Twitter as a Tool for Corporate Communication: Exploring Interactive Communication Patterns between Fortune 500 Companies and Twitter Users

Twitter as a Tool for Corporate Communication: Exploring Interactive Communication Patterns between Fortune 500 Companies and Twitter Users

Kyung Jung Han (Department of Strategic Communications, University of Missouri-Columbia, Columbia, MO, USA) and Chang-Hoan Cho (Department of Communication, Yonsei University, Seoul, South Korea)
Copyright: © 2013 |Pages: 16
DOI: 10.4018/ijom.2013100104

Abstract

The purpose of this study is to examine how corporations communicate with consumers in social media. For this, Twitter activities of Fortune 500 companies were content-analyzed, focusing on four factors: shared information, the method of communication, tweet contents, and tactics. The findings indicate that corporations tend to disclose their basic information mostly on their Twitter pages and mainly post organic tweets (65.9%) and corporate news (48.7%). In terms of tweeting tactics, corporations apply the “link” function to connect to their websites, blogs, or Facebook pages. Additionally, among three indexes (Fortune 500 rankings, the corporate activity score, and product group categorization) for evaluating the corporate use patterns in Twitter, the product groups categorized by the Foote, Cone, and Belding (FCB) grid model (high/low involvement and thinking/feeling) proved that the model can be applied to examine the different Twitter activities of organizations. The results of this study can help with the development of a tailored measurement tool for managing consumers, depending on the different categories of organizations and designing future plans within a social networking site (SNS).
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Introduction

Social media such as Twitter, Facebook, and Instagram are not new anymore. Such social media have been playing an imperative role as news disseminators and public spheres for social interaction among media users. For example, when news about a one-day promotional event was announced on Twitter, a social medium, many people received their free rewards. Twitter is just as effective during urgent situations or crises. Indeed, when Hurricane Sandy devastated portions of the Caribbean, the Mid-Atlantic, and the northeastern United States in late October 2012, social media users flooded Twitter and established an online dialogue about relief organizations, allowing individuals to become involved in the Sandy recovery. Similarly, the public has gotten information regarding various business issues from social media. Twitter has exploded as a platform in the past two years with growth approaching 700% (Burson-Marsteller, 2012). Given that marketers have realized the importance of social media, they have assigned professionals to manage their SNS as a part of their communication strategy. In practice, many people, including scholars, advertisers, and even political activists, view online social networks as an opportunity to study the dissemination of ideas and to examine viral effects (Huberman, Romero, & Wu, 2009).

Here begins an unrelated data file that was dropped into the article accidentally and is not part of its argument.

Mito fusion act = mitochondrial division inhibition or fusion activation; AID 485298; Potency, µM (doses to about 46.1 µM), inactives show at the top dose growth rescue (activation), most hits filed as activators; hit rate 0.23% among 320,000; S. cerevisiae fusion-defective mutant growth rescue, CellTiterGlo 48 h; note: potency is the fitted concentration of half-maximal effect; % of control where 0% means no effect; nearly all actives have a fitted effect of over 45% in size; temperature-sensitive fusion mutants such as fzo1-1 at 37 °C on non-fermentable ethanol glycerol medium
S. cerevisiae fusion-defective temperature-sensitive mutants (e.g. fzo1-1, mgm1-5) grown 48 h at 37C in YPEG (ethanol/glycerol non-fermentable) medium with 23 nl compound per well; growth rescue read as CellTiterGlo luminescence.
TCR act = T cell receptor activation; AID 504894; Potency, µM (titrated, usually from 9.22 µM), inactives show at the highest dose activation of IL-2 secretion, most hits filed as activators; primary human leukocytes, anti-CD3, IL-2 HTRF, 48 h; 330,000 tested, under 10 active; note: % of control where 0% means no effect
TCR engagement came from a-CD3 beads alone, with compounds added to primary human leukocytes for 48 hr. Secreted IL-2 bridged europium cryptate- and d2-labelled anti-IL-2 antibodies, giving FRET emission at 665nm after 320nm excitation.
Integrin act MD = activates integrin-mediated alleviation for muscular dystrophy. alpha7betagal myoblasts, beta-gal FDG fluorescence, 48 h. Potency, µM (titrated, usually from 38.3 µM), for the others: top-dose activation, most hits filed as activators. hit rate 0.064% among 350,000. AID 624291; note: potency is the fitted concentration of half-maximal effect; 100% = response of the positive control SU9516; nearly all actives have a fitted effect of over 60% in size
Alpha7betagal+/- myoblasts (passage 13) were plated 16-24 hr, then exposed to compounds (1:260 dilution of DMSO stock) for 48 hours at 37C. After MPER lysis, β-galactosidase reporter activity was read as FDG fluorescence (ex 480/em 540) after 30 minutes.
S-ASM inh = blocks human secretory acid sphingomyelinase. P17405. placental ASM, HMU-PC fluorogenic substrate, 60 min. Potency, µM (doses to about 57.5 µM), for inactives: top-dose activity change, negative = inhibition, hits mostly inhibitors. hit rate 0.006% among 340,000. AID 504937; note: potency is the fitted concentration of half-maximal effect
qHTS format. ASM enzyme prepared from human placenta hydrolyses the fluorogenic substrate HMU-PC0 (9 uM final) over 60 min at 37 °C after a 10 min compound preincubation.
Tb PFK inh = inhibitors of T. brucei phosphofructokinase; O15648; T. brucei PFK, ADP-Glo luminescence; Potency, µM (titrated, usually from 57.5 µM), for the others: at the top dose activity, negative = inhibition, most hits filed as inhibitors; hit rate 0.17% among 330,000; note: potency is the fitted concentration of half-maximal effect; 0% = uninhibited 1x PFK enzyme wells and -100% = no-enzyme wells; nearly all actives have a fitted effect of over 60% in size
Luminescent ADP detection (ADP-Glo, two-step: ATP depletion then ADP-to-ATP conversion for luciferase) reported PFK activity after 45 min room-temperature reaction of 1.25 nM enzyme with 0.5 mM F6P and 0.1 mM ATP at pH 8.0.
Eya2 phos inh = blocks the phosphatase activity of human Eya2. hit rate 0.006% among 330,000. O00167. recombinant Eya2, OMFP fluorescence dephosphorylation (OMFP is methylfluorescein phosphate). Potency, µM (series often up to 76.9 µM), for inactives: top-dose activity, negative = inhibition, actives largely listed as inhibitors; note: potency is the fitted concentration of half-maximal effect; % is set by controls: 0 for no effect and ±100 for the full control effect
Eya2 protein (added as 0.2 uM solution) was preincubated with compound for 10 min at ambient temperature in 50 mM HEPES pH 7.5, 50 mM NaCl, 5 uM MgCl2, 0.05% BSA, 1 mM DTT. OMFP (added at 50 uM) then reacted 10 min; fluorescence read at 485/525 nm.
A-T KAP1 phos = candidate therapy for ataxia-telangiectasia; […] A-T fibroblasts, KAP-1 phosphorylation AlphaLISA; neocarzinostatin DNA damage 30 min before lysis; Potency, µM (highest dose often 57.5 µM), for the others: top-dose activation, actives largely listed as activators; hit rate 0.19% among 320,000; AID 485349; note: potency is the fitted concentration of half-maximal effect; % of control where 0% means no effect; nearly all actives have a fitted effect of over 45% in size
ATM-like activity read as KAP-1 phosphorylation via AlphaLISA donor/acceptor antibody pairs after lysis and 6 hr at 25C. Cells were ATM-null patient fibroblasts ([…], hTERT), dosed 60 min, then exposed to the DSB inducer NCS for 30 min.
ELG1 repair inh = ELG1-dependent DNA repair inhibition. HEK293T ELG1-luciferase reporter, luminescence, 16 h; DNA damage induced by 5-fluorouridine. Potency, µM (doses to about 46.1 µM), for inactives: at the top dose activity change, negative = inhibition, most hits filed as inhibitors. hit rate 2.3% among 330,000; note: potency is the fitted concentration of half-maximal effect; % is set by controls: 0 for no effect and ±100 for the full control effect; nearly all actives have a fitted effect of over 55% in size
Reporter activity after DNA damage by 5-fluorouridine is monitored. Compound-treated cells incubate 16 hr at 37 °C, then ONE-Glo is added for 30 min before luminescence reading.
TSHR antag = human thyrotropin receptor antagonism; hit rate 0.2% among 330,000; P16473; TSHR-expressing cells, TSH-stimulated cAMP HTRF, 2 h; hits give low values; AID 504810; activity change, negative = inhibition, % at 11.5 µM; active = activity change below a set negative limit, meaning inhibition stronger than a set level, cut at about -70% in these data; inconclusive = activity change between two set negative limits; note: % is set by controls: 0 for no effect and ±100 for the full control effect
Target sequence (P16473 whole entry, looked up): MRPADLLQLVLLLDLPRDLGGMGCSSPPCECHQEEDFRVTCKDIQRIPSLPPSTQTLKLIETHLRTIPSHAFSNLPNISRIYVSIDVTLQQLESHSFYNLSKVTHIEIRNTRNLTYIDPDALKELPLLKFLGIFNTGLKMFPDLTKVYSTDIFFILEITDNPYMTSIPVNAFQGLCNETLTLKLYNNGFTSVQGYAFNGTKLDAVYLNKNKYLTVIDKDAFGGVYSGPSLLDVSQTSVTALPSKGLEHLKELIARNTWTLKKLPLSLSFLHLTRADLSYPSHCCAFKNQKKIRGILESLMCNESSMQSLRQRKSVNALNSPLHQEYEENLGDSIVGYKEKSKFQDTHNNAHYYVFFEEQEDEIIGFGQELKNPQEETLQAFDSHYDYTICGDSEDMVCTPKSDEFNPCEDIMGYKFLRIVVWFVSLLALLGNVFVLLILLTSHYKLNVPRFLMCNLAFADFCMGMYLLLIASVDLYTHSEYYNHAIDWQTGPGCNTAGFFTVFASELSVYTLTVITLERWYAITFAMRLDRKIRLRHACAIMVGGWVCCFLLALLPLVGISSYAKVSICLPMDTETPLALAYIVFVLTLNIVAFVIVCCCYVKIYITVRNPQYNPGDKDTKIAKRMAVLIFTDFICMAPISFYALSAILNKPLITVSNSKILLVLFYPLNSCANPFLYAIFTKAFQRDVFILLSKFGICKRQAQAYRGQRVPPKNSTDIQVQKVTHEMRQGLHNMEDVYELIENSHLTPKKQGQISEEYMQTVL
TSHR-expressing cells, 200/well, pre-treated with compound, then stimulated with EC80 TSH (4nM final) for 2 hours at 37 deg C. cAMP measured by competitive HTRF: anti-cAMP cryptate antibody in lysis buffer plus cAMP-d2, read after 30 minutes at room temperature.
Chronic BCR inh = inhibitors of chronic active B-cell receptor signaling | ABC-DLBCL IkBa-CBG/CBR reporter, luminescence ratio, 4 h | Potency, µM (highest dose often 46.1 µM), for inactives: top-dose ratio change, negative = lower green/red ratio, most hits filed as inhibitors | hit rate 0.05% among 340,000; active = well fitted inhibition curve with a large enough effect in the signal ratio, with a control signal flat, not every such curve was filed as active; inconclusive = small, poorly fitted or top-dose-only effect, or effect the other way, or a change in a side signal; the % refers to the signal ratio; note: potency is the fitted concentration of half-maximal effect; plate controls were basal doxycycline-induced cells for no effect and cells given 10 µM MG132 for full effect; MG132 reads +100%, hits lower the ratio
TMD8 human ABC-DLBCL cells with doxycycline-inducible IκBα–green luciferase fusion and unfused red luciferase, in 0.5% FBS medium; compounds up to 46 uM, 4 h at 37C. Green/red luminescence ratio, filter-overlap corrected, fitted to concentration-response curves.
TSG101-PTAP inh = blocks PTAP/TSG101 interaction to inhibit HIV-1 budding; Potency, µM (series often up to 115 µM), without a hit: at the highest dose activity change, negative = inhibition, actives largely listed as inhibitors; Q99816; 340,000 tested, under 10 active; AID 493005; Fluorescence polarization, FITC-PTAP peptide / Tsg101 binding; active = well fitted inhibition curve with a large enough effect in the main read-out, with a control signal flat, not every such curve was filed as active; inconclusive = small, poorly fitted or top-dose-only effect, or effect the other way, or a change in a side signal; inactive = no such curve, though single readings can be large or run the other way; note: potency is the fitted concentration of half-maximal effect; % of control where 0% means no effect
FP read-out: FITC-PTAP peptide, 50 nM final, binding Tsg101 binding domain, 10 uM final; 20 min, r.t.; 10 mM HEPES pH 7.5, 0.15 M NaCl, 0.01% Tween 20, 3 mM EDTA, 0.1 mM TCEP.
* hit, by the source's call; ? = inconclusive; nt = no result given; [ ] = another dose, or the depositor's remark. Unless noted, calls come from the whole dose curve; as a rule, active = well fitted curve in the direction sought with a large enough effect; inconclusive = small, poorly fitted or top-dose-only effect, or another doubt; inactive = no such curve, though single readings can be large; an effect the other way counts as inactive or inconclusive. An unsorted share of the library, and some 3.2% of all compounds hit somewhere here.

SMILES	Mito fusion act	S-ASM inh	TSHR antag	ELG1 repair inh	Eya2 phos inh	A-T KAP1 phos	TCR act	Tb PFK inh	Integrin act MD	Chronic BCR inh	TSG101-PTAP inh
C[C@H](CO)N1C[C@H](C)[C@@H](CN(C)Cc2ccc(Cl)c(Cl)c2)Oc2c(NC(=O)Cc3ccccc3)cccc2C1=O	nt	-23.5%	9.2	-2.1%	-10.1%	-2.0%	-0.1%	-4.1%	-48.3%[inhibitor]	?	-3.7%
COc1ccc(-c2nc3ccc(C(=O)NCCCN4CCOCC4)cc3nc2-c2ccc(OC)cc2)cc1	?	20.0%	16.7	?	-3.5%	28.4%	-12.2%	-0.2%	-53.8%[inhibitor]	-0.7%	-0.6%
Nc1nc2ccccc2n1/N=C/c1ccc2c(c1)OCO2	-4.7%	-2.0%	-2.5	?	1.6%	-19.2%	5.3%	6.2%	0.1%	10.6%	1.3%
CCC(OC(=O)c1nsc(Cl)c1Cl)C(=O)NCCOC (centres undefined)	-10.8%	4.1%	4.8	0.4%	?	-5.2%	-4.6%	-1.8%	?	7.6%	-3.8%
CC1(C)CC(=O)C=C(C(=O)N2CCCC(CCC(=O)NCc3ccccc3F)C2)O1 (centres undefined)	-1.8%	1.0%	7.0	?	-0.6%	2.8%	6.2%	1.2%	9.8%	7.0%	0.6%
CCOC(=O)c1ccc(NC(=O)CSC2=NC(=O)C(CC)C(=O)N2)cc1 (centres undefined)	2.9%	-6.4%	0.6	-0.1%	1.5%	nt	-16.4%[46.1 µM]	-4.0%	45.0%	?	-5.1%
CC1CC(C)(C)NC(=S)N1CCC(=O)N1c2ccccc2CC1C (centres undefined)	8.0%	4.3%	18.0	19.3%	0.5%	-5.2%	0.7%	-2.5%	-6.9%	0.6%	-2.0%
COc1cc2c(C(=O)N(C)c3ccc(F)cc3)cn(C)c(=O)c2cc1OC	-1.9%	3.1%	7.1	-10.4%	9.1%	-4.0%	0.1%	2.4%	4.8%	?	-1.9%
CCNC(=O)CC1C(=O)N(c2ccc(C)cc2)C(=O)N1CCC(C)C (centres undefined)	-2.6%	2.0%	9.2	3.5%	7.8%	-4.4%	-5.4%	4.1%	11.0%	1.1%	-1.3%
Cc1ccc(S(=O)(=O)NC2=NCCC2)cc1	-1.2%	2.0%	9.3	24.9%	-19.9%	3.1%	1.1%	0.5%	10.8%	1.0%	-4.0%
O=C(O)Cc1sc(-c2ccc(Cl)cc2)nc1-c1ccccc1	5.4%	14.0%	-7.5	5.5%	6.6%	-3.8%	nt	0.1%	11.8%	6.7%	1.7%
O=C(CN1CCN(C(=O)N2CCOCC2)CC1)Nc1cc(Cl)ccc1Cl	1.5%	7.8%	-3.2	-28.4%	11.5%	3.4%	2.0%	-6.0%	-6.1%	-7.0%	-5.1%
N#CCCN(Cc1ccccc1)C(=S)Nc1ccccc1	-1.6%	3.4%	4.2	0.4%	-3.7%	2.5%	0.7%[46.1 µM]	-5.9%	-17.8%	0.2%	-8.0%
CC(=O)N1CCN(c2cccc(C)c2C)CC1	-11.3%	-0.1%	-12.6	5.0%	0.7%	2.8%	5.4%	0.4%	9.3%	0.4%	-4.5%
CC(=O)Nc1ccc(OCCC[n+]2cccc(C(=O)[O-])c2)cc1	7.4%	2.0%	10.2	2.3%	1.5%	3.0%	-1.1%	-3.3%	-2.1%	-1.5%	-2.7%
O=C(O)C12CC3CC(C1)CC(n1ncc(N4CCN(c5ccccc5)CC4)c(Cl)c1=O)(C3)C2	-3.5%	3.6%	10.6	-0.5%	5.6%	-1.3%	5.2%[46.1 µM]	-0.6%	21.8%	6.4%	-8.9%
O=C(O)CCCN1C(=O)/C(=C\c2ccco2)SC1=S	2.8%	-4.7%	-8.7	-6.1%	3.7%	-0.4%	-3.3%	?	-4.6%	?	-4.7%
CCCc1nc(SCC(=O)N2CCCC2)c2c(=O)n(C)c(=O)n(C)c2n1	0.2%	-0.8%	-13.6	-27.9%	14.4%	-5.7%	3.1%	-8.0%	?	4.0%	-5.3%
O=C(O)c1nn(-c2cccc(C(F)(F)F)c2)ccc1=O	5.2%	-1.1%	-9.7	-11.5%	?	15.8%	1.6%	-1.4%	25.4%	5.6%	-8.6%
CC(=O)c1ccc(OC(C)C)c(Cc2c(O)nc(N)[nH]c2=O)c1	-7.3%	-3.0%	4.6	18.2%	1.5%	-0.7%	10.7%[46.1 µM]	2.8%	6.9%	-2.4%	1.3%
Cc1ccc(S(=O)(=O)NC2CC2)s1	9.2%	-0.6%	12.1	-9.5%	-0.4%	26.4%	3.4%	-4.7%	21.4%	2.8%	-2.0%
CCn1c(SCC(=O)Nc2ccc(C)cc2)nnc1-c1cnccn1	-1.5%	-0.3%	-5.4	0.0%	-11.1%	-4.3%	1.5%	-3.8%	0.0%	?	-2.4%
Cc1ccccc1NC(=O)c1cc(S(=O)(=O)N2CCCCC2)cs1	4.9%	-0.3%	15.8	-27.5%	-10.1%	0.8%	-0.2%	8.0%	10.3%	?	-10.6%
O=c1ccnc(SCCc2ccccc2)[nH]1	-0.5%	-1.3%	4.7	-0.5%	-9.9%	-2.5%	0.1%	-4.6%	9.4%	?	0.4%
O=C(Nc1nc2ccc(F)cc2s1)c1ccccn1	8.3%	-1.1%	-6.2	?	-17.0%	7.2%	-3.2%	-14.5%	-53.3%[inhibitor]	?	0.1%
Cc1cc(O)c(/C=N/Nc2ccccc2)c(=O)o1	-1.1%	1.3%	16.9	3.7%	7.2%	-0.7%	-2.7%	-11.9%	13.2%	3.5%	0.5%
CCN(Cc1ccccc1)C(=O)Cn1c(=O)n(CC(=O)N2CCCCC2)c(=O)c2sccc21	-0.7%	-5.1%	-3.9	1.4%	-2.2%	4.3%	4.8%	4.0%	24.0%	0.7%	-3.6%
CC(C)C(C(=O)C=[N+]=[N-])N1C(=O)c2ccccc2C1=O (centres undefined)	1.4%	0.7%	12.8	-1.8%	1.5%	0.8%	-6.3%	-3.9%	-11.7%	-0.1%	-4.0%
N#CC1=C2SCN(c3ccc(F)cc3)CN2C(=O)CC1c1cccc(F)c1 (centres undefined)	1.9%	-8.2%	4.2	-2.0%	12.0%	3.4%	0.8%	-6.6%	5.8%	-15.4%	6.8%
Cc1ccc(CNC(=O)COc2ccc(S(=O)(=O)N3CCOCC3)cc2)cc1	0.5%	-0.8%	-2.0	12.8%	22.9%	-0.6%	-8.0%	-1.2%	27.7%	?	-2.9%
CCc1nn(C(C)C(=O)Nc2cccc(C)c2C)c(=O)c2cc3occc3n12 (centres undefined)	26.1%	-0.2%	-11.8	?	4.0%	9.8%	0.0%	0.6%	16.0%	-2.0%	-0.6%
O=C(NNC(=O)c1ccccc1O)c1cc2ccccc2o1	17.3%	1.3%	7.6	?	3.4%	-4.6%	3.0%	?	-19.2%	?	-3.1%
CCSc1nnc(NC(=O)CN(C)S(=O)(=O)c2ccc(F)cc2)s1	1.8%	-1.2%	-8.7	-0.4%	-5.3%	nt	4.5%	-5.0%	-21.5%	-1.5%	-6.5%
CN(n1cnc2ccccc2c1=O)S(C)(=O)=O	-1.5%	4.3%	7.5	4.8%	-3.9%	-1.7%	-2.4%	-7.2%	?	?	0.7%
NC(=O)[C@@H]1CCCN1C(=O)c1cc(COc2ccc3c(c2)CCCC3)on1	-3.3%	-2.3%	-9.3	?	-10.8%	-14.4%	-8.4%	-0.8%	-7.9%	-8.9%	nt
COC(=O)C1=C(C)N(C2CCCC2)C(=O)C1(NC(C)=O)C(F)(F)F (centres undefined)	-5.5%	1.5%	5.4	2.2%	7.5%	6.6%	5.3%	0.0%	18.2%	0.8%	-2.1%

Following such a media revolution, many studies regarding social media have been conducted in organizational contexts (Diga & Kelleher, 2009; Eyrich, Padman, & Sweetser, 2008; Pitt, Parent, & Berthon, 2010; Porter, Sweetser, & Chung, 2009; Smith, 2010; Steyn, Salehi-Sangari, & Sweetser, 2010; Waters, Burnett, Lamm, & Lucas, 2009; Xifra & Grau, 2010). Nevertheless, social media do not yet play a role in agenda building for communication practitioners (Lariscy, Avery, Sweetser, & Howes, 2009). Only 55% of companies active on Twitter are satisfied with their business value, and marketers are still looking for better strategies for success (Forbes, 2013). Practitioners tend to use social media in the same way that they used other new media when they appeared (Grunig, 2009).

Therefore, the present study explores the current status quo of corporate communication through the SNS and the direction practitioners should take by analyzing the Twitter use of marketers in their marketing communications. Fortune 500 companies, in particular, are the target of analysis because they represent major marketers.

This study will help scholars establish the fundamentals regarding how corporations build traffic and which tactics are applied; it will also further research for the next steps to determine the responses of different consumers and the effects of corporate communication in social media. In addition, the present study aims to help practitioners understand how top companies and others are using SNSs so that they can design better strategies for future planning. Therefore, the current study seeks to assist both scholars and practitioners in understanding the current and future direction of online marketing communication by social media.

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